American Assemblies, Colonial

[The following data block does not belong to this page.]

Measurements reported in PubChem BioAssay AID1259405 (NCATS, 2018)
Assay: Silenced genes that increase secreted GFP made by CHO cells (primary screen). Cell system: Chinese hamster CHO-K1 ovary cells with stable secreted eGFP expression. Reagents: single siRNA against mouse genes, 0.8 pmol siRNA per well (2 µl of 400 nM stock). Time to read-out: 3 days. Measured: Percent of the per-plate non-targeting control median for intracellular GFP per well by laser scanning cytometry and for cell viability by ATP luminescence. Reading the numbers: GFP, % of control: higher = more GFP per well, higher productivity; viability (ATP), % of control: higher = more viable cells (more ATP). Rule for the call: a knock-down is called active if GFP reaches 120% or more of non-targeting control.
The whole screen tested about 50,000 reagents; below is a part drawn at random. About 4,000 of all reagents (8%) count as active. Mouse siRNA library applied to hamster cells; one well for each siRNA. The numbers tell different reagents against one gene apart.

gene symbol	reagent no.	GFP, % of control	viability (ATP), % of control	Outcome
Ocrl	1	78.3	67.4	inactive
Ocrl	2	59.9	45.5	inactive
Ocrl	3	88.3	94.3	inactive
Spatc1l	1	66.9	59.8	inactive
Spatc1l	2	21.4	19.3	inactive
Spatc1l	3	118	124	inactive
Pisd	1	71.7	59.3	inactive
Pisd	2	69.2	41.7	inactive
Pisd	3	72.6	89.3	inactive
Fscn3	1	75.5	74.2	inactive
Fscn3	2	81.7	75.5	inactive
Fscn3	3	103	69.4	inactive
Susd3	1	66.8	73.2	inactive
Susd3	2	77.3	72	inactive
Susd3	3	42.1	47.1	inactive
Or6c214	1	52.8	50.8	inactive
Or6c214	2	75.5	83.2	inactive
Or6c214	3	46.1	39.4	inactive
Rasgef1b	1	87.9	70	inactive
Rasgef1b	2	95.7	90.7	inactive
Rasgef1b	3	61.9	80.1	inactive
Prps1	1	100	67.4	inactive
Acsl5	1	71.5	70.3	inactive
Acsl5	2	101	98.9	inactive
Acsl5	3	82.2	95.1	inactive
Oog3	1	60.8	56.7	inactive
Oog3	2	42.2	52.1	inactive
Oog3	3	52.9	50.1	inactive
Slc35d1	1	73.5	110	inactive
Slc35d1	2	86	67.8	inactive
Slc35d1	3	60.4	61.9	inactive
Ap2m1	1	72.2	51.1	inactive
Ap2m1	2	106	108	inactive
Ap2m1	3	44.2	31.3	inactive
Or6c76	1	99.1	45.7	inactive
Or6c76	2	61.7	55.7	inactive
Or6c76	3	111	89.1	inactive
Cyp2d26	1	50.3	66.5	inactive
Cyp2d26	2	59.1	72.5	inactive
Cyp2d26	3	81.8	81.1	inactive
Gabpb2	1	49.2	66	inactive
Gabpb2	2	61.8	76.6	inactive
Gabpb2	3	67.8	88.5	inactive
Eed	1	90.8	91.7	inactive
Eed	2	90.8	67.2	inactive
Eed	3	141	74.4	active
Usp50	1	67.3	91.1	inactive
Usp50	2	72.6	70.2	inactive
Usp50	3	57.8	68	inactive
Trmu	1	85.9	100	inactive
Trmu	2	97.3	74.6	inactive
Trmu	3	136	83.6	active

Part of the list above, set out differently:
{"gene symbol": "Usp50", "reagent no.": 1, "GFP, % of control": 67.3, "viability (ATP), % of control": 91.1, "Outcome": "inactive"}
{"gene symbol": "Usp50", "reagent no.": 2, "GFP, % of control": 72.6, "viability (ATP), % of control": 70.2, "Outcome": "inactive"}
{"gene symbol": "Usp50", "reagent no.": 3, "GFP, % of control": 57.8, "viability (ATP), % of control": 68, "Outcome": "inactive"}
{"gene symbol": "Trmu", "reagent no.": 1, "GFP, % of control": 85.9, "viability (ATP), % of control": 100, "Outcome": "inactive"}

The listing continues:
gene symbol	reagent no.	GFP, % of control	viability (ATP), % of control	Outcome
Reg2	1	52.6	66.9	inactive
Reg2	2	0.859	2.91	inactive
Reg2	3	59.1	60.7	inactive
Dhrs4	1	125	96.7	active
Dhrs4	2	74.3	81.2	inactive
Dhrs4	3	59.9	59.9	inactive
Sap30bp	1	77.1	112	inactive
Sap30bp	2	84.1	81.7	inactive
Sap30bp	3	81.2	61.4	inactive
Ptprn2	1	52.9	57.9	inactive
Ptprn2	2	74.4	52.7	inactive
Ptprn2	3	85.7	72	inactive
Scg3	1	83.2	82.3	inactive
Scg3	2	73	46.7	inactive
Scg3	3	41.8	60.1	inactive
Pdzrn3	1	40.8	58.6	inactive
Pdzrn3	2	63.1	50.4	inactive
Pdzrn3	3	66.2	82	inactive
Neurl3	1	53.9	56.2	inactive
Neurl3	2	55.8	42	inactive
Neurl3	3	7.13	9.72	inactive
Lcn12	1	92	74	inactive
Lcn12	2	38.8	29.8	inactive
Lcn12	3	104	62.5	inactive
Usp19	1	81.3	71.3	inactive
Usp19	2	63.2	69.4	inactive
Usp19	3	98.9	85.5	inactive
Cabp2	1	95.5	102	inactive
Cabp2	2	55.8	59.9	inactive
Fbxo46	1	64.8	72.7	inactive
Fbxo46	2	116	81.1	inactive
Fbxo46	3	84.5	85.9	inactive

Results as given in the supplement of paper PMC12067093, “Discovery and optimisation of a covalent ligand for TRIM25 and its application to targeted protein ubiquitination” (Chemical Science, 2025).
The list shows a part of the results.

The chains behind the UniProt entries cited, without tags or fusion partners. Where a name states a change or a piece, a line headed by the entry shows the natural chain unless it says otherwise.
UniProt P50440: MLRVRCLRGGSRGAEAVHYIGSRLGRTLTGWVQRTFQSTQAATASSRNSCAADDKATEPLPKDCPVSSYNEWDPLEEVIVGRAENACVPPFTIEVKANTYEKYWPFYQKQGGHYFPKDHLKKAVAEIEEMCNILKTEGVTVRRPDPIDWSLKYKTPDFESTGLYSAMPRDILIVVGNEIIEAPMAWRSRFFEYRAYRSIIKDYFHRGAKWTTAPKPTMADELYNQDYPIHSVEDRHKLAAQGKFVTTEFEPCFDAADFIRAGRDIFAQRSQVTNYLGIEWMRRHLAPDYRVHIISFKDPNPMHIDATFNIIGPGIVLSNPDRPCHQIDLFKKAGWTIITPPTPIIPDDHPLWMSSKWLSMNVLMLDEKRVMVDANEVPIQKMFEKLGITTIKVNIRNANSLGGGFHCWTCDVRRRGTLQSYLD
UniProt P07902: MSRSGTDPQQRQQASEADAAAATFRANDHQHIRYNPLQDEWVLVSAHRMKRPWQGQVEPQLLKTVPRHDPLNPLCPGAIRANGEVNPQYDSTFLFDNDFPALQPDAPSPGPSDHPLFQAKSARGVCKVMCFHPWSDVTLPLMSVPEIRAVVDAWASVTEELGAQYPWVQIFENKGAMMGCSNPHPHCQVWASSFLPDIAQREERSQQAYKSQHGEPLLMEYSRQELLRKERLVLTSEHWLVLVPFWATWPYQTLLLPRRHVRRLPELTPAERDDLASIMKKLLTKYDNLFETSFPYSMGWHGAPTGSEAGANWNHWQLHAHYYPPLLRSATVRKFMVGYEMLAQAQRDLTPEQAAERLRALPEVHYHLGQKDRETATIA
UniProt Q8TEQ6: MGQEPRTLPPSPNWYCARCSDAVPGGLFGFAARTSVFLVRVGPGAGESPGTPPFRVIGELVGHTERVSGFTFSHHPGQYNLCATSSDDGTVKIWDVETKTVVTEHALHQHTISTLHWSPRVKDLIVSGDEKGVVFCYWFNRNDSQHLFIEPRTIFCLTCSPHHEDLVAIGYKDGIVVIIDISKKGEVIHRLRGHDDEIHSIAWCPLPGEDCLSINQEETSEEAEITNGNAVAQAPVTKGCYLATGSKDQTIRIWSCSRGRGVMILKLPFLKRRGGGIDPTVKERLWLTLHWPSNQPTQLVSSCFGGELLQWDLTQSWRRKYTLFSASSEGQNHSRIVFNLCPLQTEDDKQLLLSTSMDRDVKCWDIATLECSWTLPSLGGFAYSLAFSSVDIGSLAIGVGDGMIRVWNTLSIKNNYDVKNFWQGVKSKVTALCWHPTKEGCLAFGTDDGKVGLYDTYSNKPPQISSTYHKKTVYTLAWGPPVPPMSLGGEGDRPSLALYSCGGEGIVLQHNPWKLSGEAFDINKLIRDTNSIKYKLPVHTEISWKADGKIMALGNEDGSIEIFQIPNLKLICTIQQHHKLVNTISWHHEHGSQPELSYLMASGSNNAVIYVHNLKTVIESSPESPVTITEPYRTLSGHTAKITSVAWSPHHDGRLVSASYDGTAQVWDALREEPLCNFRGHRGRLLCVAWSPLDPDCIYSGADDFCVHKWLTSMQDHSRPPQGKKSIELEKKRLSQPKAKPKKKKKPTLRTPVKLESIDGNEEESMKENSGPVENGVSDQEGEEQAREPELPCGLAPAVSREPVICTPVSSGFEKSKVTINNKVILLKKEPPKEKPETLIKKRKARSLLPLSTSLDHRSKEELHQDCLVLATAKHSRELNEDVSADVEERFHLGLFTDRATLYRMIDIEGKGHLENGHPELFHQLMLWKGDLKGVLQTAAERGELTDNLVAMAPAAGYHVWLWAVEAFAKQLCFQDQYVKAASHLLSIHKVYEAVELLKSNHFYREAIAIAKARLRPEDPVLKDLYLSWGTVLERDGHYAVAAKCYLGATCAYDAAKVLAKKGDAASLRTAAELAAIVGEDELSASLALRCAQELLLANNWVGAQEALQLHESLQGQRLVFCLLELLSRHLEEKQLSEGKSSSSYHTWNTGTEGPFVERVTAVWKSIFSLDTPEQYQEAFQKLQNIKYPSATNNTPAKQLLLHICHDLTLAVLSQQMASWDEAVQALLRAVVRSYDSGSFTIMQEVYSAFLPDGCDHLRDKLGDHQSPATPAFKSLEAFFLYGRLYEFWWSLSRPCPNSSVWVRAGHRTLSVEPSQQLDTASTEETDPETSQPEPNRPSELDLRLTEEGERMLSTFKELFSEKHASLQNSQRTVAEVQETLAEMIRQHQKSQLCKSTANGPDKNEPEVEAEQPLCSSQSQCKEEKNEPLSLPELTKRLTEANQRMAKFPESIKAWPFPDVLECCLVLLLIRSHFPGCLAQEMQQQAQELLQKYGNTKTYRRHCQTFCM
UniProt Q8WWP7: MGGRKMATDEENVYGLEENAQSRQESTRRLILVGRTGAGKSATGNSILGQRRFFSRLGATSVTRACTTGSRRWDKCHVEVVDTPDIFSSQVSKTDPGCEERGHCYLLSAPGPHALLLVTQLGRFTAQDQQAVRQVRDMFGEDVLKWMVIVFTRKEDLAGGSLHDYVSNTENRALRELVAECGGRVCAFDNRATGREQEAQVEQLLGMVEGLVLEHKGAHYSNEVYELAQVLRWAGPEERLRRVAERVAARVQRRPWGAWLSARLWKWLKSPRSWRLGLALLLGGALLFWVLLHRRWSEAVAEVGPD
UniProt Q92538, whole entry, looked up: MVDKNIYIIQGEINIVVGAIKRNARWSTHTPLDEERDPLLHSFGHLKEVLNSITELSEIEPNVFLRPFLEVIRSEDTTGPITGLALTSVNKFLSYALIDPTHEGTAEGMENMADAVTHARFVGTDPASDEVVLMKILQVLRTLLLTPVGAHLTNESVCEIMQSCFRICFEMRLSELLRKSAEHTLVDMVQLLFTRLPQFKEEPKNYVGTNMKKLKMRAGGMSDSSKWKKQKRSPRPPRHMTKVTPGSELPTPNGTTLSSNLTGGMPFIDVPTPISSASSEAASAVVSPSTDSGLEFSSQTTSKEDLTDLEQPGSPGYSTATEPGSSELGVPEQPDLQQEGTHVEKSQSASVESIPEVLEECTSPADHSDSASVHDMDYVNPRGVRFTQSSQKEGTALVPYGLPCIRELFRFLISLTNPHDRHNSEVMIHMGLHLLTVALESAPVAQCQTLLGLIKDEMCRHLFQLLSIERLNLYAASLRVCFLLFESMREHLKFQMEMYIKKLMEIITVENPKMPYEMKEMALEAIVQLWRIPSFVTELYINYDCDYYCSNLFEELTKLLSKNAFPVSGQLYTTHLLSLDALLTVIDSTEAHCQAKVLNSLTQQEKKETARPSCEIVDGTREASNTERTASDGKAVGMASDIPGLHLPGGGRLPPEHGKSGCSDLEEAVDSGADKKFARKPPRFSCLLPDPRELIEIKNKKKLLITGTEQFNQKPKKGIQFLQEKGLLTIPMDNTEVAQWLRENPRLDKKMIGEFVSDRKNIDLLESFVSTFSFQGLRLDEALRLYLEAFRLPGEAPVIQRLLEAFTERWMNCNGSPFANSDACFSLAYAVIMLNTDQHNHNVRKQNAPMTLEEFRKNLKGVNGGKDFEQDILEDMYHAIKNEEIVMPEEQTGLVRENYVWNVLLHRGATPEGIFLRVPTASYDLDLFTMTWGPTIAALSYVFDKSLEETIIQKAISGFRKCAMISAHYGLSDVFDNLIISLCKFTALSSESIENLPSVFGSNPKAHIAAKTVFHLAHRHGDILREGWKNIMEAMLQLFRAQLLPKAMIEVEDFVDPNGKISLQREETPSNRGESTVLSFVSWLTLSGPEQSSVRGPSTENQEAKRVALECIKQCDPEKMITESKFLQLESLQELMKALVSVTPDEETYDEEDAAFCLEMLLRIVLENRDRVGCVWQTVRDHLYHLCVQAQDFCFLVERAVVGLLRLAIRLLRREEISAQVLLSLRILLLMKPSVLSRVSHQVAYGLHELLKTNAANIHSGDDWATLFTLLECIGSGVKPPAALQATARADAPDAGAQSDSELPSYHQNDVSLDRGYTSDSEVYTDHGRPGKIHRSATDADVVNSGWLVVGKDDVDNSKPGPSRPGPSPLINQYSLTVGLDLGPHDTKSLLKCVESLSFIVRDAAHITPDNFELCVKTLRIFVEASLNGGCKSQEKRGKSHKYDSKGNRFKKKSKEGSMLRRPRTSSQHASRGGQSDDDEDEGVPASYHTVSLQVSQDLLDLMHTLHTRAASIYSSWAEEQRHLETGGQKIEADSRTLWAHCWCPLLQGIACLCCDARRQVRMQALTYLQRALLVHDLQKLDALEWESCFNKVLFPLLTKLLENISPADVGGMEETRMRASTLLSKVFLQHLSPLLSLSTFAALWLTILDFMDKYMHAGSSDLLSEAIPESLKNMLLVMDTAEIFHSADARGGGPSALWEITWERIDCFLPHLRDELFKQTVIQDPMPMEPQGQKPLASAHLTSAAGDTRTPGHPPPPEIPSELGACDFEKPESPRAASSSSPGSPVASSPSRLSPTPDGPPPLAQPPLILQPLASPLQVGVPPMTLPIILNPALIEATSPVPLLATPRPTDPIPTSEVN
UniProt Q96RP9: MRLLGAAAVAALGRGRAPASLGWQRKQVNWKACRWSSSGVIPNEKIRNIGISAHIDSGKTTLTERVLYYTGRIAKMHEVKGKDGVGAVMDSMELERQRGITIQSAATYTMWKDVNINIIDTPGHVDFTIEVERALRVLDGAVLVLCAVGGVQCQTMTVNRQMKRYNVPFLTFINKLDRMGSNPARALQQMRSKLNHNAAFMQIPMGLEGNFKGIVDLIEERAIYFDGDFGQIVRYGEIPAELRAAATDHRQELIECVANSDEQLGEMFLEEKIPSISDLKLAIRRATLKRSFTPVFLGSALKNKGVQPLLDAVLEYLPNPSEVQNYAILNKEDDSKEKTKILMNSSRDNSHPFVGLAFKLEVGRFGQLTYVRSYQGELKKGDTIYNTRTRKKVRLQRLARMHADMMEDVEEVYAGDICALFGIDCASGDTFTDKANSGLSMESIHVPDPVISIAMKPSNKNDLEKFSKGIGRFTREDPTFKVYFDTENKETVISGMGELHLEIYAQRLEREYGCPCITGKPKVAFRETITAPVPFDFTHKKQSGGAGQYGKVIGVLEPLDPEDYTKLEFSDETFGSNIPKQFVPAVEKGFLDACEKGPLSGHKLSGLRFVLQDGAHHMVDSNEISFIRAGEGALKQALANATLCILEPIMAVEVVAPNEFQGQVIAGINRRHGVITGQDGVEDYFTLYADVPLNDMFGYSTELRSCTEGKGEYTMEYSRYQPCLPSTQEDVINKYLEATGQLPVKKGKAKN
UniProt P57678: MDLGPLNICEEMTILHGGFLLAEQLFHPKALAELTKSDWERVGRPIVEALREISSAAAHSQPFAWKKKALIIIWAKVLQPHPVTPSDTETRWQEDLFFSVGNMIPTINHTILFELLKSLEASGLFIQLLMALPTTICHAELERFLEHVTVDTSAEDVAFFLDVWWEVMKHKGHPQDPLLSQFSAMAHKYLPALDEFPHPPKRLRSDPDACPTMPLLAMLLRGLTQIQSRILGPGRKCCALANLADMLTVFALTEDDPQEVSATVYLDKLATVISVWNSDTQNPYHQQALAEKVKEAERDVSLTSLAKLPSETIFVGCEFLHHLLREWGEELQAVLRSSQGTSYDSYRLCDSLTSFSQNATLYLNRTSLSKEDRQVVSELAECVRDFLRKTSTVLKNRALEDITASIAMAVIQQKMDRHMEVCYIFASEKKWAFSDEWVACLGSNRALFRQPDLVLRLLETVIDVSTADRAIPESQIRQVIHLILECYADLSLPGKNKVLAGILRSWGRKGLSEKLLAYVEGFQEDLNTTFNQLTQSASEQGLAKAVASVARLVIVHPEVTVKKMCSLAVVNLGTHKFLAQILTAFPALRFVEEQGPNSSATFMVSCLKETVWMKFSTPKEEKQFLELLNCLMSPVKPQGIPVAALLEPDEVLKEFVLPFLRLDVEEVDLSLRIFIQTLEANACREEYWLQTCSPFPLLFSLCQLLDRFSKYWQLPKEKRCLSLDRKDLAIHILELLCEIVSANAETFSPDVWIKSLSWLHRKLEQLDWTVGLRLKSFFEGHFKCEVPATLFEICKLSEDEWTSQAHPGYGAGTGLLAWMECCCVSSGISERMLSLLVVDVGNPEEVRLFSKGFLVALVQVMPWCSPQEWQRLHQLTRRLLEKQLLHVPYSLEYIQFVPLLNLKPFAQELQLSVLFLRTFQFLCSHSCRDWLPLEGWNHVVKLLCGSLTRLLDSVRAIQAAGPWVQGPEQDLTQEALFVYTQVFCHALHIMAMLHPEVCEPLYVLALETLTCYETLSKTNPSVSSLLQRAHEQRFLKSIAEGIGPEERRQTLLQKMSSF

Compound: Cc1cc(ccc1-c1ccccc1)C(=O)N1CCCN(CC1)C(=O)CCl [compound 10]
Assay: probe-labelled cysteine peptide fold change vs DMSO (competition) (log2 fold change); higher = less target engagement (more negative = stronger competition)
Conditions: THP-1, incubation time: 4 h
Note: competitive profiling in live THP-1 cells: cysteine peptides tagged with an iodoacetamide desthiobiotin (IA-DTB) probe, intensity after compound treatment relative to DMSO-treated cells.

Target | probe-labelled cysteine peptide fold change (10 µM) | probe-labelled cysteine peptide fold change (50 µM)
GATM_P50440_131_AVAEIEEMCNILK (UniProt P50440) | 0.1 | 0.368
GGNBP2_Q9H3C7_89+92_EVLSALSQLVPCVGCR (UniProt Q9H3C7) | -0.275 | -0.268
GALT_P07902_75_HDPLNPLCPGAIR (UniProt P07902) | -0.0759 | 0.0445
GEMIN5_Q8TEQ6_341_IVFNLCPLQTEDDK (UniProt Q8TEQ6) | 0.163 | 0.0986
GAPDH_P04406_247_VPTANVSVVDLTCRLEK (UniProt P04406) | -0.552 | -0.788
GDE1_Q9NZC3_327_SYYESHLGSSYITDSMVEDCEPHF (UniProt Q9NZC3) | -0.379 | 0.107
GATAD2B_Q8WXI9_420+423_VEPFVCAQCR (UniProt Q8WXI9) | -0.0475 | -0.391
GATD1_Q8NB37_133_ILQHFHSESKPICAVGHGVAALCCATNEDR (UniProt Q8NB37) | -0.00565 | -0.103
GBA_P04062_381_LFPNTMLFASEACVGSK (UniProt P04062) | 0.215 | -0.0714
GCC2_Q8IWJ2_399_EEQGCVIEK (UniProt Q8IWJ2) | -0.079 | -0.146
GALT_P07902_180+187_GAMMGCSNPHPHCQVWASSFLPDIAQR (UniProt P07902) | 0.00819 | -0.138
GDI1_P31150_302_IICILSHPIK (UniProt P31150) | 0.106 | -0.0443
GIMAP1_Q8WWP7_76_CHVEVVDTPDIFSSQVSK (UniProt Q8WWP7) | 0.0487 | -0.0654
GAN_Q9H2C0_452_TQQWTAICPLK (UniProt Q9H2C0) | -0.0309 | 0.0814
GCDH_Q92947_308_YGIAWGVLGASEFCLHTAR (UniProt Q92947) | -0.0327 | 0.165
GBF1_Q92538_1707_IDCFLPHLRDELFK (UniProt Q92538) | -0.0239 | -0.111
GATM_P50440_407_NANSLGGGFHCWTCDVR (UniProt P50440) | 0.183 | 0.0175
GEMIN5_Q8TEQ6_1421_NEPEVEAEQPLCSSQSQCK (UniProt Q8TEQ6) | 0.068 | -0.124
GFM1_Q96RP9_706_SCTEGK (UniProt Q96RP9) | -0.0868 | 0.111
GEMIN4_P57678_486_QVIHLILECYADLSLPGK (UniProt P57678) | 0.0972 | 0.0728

In the realm of politics, there was no more significant trend in British colonial America than the ascendance of representative assemblies to positions of power. Originally intended to automatically approve the mandates of royally appointed governors, they had, in almost every colony, taken on roles far beyond that by the time of the American Revolution. New England, which boasted far less royal control than other areas and a powerful legislature from an early date, was an exception to this rule. Since there was almost no political contact between colonies, and relatively little royal oversight, the story of how colonial assemblies formed and gained power is the story of political development in colonial America. Several excellent accounts treat the ascendance of the assemblies in the eighteenth century, but the story of each body’s origins is not as well known. Seventeenth Century Beginnings The first colonial assembly in British North America met in the church at Jamestown in 1619. Part of a larger Virginia Company effort to improve morale and draw colonists after the colony’s brutal first years, the House of Burgesses, as it was known, was to meet once a year and have power to enact any measures it felt would aid in the good government of the colony. The assembly consisted of the governor, his council, and two burgesses from each parish. Any acts could be vetoed by the governor or the company’s leadership in London and could not run contrary to English law. The earliest laws were carry-overs from company policies, based on military discipline, that forbade drunkenness, idleness, and other forms of bad behavior. They also regulated trade with neighboring tribes and required regular church attendance. In the aftermath of the 1622 attack led by Opechancanough, the Virginia Company lost its charter, and Virginia became a royal colony. The status of the legislature was uncertain for a time, largely because nobody in England cared. In 1639, Charles I decided that the burgesses could be called yearly to pass acts concerning the governance of the colony. If Virginia’s early years were marked by a surplus of authority on the part of the London Company, the opposite statement could be made for the island colony of Bermuda. On Bermuda, a divided group of planters viciously fought among themselves in the absence of any real government during the 1610s. In 1620, in an effort to ease factional tension and levy taxes to fund public projects, an assembly was called. Later in the seventeenth century, other English possessions in the Caribbean would undergo similar processes. Virginia and Bermuda had legislatures granted to them, but in Massachusetts Bay, Plymouth, Maryland, Connecticut, and New Haven colonies whose legislatures trace their roots to the 1630s the impulse to form assemblies came from within. By the 1630s, colonists had come to expect assemblies. Even in Maryland, a proprietary colony granted to Lord Baltimore, the charter required that he make laws with the consent of the colonists. In New England, particularly among the Puritans, the institution of town government was very strong, and some of this strength carried over to colonial assemblies. In the Massachusetts Bay Colony, each town elected deputies to the General Court, which could grant land, charter new towns, and levy taxes. Connecticut and Rhode Island, each essentially an offshoot of the older colony, had similarly powerful assemblies. The colonies founded after the Restoration exhibited a change in the way representative assemblies were perceived. From the 1660s, assemblies were no longer seen as a response to colonization, but rather as reason for people to settle in a given colony. With a weaker tradition of local government to draw upon, the South Carolina Commons House of Assembly faced an uphill battle against the will of the lords proprietors. South Carolina’s Commons gradually usurped the governor and the council (which became the upper house), claimed for itself wideranging powers, and eventually faced little resistance, either from the proprietors, or, after the Revolution of 1719, the royal governors. The Dutch ran New Amsterdam as a military and commercial enterprise, especially under the leadership of Peter Stuyvesant in the late 1640s, even though Dutch and English residents complained about the arbitrary nature of Stuyvesant’s rule and the lack of local government. Even after the English took over the colony, little effort was made to convene an assembly. Although most colonies had some representative legislative body, they generally remained politically weak until the end of the seventeenth century. William Penn’s holy experiment of Pennsylvania featured a legislature that was rather liberal-minded on paper, less so in practice. Free men who owned 50 acres of property or paid taxes were eligible to vote for members of the assembly, which would work with the governor, basically by accepting or rejecting, or amending, the governor and council’s proposed legislation. William & Mary – ‘Virginia led’: Reveley addresses special session … Colonial Assembly Photograph by Granger House of Burgesses – Wikipedia, the free encyclopedia

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